Ways to Play: Imagination

About Ways to Play

Ways to Play is a new series of playful activities for families from Tyne & Wear's museums and art galleries.

Imagine your own abstract artworks

Abstract Art is art that doesn't look exactly like something in reality. It can be about feelings or imagination and represent objects, people or landscapes. Artists often use shapes, colours, forms, lines and marks to achieve its effect.

You can visit the Laing Art Gallery for free during opening hours to see the abstract works on display or use the images online and on the Art UK website to inspire you. 

Activities to try

  • Cut out different shapes of colour from a magazine or newspaper, or coloured paper if you have any at home. Arrange them in your own abstract composition and glue them down. 
  • Collect toys or household objects of different colours and arrange them in an abstract composition, then photograph them from above.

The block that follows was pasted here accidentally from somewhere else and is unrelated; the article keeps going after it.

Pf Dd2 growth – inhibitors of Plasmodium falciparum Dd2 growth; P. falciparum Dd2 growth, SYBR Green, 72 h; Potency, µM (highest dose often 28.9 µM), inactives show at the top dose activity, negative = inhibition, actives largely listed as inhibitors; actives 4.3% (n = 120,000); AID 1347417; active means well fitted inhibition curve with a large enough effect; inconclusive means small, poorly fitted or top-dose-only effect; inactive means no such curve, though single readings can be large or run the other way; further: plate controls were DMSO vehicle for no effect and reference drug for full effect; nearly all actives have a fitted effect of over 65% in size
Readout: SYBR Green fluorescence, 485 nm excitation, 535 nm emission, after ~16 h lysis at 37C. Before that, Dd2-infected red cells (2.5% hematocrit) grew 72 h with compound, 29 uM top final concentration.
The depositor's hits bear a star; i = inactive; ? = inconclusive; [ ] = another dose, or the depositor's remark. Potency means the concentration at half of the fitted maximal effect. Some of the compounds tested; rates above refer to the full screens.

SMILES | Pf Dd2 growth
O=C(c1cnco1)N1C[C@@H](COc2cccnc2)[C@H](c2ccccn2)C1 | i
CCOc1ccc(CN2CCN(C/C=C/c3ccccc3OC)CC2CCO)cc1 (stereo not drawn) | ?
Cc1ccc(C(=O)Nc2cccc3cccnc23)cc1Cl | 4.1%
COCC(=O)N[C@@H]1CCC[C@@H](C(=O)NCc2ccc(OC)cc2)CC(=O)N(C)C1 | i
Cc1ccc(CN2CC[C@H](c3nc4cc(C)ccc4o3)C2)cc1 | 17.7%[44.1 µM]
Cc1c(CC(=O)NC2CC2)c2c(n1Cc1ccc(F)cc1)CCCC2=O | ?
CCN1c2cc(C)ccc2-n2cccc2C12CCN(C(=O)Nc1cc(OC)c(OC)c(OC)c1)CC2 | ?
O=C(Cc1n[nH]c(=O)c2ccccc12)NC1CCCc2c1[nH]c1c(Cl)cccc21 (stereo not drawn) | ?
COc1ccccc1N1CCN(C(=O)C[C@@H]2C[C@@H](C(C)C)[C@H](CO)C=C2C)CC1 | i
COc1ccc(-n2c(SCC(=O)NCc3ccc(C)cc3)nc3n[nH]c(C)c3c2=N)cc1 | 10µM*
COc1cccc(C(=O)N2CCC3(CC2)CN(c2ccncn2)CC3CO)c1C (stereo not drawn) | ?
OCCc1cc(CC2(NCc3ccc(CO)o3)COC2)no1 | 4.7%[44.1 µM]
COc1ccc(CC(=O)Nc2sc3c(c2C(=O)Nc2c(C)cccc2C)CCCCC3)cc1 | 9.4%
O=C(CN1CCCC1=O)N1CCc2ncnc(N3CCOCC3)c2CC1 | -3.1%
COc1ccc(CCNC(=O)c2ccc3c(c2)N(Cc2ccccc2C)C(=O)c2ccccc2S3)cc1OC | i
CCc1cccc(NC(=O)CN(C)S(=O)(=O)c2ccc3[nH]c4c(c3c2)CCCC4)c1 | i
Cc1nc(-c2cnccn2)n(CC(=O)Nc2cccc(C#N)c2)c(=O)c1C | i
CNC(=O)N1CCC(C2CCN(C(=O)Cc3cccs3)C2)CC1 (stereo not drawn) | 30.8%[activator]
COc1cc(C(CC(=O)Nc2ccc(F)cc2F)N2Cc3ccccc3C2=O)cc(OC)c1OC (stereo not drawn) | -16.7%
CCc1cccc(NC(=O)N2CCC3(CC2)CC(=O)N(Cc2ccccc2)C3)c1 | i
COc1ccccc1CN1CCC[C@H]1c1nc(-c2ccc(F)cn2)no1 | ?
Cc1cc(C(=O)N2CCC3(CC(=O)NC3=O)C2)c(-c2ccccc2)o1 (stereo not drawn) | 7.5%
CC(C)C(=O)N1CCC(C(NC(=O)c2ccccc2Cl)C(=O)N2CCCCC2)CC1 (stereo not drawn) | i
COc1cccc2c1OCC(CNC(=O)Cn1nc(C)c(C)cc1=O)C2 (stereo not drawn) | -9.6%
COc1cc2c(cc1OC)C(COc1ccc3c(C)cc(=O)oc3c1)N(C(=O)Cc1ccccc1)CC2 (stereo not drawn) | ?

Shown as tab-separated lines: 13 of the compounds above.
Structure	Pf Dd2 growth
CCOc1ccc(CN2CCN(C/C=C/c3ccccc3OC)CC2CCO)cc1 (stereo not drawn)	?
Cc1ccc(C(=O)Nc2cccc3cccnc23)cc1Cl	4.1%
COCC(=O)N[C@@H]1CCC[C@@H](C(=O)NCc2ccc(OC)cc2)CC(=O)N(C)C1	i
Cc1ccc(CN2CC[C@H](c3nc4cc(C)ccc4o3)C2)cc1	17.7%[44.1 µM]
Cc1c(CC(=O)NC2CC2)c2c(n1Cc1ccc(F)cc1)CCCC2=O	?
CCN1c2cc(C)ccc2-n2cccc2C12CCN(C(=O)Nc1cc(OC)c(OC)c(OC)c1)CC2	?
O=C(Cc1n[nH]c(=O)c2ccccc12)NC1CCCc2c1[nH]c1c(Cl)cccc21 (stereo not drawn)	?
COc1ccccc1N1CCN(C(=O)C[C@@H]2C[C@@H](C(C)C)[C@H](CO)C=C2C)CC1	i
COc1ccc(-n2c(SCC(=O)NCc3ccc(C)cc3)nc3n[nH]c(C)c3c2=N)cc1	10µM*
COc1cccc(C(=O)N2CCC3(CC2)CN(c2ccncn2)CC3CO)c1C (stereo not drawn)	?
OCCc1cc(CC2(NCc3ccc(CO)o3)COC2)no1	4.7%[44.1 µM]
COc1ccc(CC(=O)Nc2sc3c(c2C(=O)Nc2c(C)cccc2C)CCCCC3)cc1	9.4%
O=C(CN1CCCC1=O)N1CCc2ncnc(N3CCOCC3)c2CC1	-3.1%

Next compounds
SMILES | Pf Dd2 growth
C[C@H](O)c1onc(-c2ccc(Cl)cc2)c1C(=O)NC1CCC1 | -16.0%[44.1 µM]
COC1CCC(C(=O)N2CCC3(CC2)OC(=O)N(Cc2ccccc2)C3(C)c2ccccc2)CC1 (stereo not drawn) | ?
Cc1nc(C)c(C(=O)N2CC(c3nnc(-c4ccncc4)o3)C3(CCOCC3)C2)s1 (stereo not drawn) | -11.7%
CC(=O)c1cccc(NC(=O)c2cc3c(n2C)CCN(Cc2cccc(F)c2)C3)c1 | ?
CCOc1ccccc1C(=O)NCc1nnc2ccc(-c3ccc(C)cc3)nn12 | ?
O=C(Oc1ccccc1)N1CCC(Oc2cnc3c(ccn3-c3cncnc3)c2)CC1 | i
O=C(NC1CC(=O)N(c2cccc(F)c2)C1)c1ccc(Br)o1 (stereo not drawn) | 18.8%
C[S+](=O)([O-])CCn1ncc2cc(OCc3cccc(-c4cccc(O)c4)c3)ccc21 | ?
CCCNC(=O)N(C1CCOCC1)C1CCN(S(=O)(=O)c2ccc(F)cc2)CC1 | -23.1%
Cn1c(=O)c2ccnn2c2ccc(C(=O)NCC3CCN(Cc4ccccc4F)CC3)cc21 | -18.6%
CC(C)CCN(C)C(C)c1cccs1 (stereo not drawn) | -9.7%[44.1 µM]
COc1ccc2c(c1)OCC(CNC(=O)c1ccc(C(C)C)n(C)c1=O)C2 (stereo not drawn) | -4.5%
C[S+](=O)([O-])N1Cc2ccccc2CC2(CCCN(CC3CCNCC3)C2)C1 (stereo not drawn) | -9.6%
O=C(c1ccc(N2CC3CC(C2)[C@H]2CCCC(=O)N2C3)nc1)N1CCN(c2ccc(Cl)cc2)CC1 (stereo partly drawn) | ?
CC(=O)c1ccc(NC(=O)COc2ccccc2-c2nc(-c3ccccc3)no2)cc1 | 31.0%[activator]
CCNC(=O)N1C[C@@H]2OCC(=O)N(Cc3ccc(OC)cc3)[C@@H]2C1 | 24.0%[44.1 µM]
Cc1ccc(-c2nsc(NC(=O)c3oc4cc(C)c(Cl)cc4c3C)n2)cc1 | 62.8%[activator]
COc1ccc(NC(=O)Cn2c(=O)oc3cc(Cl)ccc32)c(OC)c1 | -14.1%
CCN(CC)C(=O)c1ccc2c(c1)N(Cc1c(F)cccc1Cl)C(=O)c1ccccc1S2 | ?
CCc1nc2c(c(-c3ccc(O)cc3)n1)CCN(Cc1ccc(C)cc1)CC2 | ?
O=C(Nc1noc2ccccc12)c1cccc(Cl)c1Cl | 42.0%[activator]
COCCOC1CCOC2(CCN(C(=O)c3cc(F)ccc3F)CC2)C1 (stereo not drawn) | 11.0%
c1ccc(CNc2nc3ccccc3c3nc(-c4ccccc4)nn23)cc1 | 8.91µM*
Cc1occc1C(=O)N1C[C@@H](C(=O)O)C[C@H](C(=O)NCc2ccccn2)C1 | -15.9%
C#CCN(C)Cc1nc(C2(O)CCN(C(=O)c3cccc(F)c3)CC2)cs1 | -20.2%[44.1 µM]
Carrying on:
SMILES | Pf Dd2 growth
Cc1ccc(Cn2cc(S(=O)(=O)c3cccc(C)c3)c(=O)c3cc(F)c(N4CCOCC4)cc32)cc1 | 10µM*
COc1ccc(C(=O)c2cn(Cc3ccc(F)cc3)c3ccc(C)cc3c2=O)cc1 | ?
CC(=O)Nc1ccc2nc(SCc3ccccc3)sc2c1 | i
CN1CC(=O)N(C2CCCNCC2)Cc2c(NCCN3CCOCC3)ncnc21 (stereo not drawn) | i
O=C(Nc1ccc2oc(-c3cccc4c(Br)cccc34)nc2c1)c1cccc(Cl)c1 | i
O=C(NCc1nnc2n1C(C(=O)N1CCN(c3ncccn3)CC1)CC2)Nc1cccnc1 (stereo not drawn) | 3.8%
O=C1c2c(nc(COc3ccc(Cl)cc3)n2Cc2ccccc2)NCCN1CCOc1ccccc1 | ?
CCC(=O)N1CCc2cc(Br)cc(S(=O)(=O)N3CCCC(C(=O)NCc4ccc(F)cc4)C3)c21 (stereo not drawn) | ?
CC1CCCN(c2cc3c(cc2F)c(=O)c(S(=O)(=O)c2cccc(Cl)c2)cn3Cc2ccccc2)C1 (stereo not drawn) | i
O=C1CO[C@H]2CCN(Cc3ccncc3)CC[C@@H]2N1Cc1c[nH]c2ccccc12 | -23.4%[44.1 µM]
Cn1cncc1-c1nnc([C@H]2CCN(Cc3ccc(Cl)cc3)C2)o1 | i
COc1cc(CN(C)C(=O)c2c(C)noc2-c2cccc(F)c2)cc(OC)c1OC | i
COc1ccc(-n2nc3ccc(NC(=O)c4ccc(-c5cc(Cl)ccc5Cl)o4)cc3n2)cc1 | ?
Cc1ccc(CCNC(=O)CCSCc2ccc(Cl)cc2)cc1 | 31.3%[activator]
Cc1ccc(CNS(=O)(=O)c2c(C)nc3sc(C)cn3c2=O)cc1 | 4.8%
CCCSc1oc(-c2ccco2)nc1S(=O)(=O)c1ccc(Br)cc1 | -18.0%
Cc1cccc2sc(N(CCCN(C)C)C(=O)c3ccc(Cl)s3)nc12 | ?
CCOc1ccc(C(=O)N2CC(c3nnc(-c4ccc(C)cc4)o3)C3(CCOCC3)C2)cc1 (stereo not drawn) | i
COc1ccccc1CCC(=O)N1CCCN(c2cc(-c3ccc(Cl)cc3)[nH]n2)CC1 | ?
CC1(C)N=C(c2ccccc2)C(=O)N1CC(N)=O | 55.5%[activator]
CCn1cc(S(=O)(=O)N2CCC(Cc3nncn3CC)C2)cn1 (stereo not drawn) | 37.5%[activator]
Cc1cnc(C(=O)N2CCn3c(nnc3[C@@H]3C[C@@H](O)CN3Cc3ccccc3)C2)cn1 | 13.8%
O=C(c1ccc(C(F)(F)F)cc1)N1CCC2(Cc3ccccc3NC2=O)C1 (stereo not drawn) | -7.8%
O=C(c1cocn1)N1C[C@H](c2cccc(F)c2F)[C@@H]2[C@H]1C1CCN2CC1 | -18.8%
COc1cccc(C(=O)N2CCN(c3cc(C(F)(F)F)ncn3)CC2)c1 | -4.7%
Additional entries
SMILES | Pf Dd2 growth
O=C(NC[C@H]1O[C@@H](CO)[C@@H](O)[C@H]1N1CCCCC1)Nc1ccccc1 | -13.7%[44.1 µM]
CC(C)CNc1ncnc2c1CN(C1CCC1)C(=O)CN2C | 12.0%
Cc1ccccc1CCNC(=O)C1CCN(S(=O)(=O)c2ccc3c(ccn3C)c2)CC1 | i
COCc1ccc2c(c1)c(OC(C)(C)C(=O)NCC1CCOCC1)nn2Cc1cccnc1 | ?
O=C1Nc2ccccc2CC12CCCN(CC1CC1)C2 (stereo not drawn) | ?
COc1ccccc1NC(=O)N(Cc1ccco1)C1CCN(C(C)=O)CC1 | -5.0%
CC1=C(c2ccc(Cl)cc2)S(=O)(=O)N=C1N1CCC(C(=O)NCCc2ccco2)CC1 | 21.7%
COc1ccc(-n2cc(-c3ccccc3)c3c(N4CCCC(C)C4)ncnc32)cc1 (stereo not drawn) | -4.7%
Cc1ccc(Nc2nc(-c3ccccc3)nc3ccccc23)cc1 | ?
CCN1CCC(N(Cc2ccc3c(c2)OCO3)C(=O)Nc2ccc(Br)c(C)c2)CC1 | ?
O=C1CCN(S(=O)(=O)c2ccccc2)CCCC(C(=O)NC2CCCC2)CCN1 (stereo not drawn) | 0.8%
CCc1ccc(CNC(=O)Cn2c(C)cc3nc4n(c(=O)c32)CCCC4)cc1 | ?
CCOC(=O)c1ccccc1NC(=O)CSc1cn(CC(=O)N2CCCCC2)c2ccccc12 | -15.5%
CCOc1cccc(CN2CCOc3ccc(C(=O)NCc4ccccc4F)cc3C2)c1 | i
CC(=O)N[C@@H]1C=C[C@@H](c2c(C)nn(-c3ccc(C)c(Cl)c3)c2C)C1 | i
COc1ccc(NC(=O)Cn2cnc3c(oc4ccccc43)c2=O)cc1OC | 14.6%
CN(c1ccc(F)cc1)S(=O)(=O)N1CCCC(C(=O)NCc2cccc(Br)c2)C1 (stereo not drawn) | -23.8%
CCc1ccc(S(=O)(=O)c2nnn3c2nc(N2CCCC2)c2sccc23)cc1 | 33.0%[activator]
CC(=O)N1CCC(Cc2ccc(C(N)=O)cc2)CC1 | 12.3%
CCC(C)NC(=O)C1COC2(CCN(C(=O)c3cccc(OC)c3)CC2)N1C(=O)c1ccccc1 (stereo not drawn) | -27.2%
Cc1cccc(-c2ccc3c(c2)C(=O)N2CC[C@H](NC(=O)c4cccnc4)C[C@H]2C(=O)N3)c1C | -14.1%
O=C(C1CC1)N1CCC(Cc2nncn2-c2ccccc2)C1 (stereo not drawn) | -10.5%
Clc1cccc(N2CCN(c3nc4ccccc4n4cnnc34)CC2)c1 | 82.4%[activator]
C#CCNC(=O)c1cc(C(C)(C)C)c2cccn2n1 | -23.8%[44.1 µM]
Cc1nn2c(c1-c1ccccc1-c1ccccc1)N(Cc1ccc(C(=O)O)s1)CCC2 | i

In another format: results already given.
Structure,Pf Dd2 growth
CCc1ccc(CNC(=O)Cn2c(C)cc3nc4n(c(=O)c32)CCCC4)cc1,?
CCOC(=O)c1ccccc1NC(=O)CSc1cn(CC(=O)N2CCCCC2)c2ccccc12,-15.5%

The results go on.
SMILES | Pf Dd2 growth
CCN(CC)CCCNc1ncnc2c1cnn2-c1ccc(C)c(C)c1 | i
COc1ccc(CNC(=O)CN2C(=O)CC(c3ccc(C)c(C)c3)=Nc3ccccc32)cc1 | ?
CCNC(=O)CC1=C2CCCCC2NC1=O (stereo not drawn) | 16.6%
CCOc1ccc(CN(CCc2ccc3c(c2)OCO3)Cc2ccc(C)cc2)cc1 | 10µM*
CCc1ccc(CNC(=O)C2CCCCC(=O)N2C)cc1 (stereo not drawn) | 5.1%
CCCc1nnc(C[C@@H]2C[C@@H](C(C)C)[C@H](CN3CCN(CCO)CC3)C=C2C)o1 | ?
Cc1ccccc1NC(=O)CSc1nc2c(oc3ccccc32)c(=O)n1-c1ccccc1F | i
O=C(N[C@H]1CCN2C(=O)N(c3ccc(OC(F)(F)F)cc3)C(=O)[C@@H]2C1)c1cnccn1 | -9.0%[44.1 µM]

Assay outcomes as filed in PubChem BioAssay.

Abstract art games to play

  • Take a line for a walk: one person draws an overlapping line on a piece of paper; the other person colours in the shapes that have been created. Remember it’s abstract so it doesn’t have to look like anything in particular, but you may be able to recognise animals, creatures or dragons in your shapes. 
  • Shape game: Cut out shapes from any paper you have at home and spread them out on the table. All the shapes should have between 1 and 6 sides. Take it in turns to roll a dice; pick up a shape that has the corresponding number of sides and add it to your composition. 


For more Ways to Play activities, visit the Tyne & Wear Archives & Museums website.

Inspiration

A selection of abstract artworks currently on display at the Laing to inspire you.

Papua, Gillian Ayres (1930-2018) © the artist's estate. Photo credit: Laing Art Gallery

Currently on display in our collection display gallery

Time Out, Sylbert Bolton (b. 1959) © the artist. Photo credit: Laing Art Gallery

Currently on display in our collection display gallery

Black Painting 1, Kenneth Rowntree (1915–1997) © the artist's estate. Photo credit: Laing Art Gallery Currently on display in Northern Spirit